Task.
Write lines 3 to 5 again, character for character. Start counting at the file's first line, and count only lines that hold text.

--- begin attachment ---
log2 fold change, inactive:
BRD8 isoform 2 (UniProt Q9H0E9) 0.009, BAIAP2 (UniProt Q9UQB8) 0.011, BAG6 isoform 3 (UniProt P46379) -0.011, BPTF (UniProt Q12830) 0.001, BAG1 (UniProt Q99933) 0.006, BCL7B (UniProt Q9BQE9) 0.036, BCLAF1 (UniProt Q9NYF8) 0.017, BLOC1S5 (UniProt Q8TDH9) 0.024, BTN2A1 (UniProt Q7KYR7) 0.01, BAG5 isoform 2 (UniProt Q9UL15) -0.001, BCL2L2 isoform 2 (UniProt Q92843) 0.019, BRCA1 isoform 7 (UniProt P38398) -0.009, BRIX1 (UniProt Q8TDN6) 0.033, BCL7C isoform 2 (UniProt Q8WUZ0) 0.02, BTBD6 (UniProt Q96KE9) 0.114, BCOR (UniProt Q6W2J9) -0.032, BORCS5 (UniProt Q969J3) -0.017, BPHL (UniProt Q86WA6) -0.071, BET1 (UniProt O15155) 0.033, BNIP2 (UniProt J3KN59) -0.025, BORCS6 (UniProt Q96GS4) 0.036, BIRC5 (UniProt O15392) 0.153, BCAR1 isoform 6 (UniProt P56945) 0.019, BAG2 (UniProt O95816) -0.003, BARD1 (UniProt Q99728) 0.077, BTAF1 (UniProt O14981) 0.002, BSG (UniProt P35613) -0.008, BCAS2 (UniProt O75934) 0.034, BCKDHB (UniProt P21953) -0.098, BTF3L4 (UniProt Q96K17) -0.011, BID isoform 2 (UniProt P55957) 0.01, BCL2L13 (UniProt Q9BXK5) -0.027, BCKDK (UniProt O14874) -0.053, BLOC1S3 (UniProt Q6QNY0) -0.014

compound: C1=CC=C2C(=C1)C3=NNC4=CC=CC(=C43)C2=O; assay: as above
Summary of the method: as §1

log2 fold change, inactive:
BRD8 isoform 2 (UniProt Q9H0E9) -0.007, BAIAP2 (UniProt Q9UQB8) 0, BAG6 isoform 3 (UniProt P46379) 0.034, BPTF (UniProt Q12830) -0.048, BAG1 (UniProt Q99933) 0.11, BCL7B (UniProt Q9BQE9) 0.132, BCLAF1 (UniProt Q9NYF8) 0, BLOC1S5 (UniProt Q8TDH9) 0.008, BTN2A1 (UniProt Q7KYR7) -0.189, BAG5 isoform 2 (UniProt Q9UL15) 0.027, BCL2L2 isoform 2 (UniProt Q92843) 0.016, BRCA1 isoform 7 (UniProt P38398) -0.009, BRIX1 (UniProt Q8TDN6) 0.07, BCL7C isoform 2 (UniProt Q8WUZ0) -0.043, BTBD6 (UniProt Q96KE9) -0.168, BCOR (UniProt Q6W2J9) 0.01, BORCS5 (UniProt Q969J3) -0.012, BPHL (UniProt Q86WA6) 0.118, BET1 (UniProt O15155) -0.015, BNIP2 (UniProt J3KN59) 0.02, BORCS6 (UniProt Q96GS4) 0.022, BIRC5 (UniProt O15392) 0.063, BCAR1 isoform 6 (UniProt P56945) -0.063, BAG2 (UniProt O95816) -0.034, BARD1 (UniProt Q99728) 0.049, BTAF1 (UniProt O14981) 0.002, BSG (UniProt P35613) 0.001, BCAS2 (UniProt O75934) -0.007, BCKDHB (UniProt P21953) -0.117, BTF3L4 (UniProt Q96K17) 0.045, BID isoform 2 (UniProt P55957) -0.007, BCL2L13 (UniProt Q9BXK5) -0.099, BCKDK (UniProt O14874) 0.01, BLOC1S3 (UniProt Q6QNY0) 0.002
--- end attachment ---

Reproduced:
compound: C1=CC=C2C(=C1)C3=NNC4=CC=CC(=C43)C2=O; assay: as above
Summary of the method: as §1

log2 fold change, inactive: